10. Empathy versus bullying: in mud wrestling with a pig, everyone gets dirty – and the pig likes it. How to deal with bullying without becoming a bully? Set firm limits – set firm boundaries – thus far and no… Read More ›
In the webcast the participants will engage how to:
• Distinguish empathy from compassion, forgiveness, pity, and “niceness”;
• Establish and maintain boundaries with bullies, slackers, difficult individuals, and friends while still honoring one’s commitment to empathy, to client service, to flourishing financially, to inclusiveness and community;
• Identify failures (breakdowns) in empathy and what to do about it; and
• Expand or contract empathy on demand by overcoming obstacles to empathy.
Time was when it was a bold statement of the obvious that reading a good book expands one’s empathy. It’s summer in the city of Chicago. People are going to the beach, the park, leaving town for the wilderness or… Read More ›
Beam is a would-be “bad girl,” who has written a very good book. In a world of constrained, limited empathy, the empathic person is a non-conformist. Beam is one of those, too, and succeeds in sustaining a nuanced skepticism about the alternating hype and over-valuation of empathy over against those who summarily dismiss it. Most ambivalently, she calls out the corporate infatuation with empathy. I paraphrase the corporate approach: Take a walk in the other person’s shoes in order to sell them another pair.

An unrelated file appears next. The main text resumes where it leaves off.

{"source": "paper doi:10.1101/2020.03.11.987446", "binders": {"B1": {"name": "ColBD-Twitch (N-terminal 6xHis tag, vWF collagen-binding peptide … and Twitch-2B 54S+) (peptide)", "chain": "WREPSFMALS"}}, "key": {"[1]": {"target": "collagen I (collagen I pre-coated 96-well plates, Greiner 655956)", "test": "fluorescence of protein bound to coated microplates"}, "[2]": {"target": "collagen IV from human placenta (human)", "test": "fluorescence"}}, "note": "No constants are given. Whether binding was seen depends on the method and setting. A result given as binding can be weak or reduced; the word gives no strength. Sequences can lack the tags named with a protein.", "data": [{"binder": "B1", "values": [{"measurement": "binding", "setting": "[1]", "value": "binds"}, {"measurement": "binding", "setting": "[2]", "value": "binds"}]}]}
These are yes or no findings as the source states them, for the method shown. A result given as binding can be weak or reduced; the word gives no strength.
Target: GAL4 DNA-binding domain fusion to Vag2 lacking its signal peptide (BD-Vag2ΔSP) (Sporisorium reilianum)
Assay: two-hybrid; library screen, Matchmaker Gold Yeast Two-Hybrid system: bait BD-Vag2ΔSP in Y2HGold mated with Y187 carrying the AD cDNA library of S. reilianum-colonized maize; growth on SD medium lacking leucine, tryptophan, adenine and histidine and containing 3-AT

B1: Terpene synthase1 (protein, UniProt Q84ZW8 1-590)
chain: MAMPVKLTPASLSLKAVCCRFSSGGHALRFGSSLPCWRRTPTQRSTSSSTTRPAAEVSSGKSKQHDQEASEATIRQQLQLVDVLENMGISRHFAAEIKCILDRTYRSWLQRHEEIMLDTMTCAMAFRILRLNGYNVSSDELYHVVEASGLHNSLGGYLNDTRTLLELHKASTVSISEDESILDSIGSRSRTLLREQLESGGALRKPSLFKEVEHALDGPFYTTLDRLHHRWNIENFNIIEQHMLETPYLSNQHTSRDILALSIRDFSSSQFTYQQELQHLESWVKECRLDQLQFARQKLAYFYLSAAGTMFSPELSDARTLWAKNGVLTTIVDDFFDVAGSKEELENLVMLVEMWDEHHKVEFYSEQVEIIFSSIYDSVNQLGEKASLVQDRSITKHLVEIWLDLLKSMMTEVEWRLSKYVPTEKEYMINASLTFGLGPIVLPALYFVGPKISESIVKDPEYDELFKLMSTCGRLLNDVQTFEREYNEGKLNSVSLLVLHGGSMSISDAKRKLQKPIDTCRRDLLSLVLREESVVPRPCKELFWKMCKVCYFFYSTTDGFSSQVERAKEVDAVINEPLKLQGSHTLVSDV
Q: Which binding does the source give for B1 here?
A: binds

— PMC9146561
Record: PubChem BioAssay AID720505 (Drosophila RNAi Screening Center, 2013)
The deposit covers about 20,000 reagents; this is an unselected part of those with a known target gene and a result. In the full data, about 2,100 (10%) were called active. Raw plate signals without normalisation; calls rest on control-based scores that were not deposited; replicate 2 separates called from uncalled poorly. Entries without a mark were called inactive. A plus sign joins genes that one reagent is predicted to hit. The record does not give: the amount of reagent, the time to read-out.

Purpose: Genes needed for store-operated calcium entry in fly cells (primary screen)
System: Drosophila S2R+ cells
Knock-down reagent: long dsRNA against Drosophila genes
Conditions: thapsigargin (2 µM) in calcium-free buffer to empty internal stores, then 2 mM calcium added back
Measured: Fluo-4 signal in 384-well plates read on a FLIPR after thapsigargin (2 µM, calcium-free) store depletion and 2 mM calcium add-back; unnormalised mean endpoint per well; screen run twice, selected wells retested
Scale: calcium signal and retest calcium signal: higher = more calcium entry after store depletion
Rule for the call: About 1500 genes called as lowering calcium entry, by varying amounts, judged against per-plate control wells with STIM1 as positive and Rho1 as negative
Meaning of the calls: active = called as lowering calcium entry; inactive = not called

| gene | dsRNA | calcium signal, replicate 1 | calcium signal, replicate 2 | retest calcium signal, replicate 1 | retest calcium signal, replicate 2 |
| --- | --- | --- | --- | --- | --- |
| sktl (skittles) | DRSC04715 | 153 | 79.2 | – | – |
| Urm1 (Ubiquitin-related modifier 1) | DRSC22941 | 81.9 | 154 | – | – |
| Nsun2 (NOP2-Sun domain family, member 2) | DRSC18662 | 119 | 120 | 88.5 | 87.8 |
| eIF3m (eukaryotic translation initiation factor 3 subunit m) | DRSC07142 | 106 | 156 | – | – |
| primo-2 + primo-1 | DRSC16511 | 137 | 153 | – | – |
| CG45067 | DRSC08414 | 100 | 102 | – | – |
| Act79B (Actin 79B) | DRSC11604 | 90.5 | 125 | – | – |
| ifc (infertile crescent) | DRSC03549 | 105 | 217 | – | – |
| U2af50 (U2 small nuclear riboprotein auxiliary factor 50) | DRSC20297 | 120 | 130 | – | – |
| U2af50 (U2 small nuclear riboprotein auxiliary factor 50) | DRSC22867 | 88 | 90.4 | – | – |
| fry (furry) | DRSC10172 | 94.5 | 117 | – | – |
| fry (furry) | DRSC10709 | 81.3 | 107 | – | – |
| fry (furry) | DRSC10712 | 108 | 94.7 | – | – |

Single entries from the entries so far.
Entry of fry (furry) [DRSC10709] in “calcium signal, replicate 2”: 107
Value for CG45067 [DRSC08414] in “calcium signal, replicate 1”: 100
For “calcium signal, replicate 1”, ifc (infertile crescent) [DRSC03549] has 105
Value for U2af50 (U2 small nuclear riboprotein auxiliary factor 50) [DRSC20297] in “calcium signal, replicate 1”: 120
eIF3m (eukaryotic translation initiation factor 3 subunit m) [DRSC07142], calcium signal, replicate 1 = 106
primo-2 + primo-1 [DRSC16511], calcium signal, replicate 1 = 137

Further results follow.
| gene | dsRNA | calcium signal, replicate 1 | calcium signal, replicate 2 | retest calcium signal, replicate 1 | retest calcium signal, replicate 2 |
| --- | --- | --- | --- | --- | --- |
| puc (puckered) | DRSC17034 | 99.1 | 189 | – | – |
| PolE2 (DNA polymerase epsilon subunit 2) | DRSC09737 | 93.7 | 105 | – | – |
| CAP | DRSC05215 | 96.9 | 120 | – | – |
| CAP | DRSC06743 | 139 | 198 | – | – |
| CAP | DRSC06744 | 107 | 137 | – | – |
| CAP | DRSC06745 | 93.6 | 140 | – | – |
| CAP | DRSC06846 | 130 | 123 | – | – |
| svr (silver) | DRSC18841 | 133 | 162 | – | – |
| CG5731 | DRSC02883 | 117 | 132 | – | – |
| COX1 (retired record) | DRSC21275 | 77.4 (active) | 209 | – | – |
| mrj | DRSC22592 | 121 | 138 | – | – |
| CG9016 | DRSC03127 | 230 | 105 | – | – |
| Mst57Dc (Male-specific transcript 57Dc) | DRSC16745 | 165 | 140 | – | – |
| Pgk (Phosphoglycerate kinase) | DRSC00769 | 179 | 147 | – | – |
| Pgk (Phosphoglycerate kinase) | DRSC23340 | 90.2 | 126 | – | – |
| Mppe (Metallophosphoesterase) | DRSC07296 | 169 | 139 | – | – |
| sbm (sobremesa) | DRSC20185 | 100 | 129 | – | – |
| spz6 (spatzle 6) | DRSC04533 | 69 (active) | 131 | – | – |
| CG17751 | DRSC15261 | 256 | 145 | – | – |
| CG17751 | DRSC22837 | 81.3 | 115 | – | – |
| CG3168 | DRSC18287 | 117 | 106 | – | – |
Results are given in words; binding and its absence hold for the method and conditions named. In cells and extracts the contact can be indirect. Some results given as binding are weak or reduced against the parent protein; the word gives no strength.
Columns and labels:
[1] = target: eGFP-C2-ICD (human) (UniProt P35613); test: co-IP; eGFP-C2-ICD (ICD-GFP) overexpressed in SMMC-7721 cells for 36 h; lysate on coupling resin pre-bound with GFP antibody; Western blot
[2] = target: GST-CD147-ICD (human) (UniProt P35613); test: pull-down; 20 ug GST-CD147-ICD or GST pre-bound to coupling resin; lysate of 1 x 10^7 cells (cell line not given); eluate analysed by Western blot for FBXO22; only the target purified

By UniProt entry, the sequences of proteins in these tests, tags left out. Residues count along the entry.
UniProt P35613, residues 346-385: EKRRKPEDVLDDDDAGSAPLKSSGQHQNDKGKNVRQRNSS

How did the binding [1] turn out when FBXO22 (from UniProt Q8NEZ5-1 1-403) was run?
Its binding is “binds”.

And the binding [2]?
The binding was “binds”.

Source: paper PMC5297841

Empathy breaks down into emotional contagion. Empathy breaks down in conformity and the closing off of possibilities for flourishing. Empathy breaks down in projection. Empathy breaks down in devaluing and cynical language, in which our humanity literally gets lost in translation. These are not the only ways that empathy fails, but they are the Big Four. How to overcome them?
This book contains some thirty (30) empathy lessons for life. A key empathy lesson that explicitly addresses empathy training: remove the resistance to empathy—obstacles such as cynicism, shame, guilt, aggression, narcissism, devaluing language, and so on—and empathy spontaneously shows up, comes… Read More ›
Putting ourselves in the situation of people who lived years ago in a different historical place and time is a challenge to our empathy. It requires historical empathy. How do we get “our heads around” a world that was fundamentally… Read More ›
Most people think that empathy is compassion; and, heavens knows, the world needs more compassion. But empathy and compassion are distinct.
Empathy is oxygen for the soul. So if you are feeling short of breath due to life stresses, perhaps one needs expanded empathy. Get some here. This is what you need to know to register. Further details on the course content… Read More ›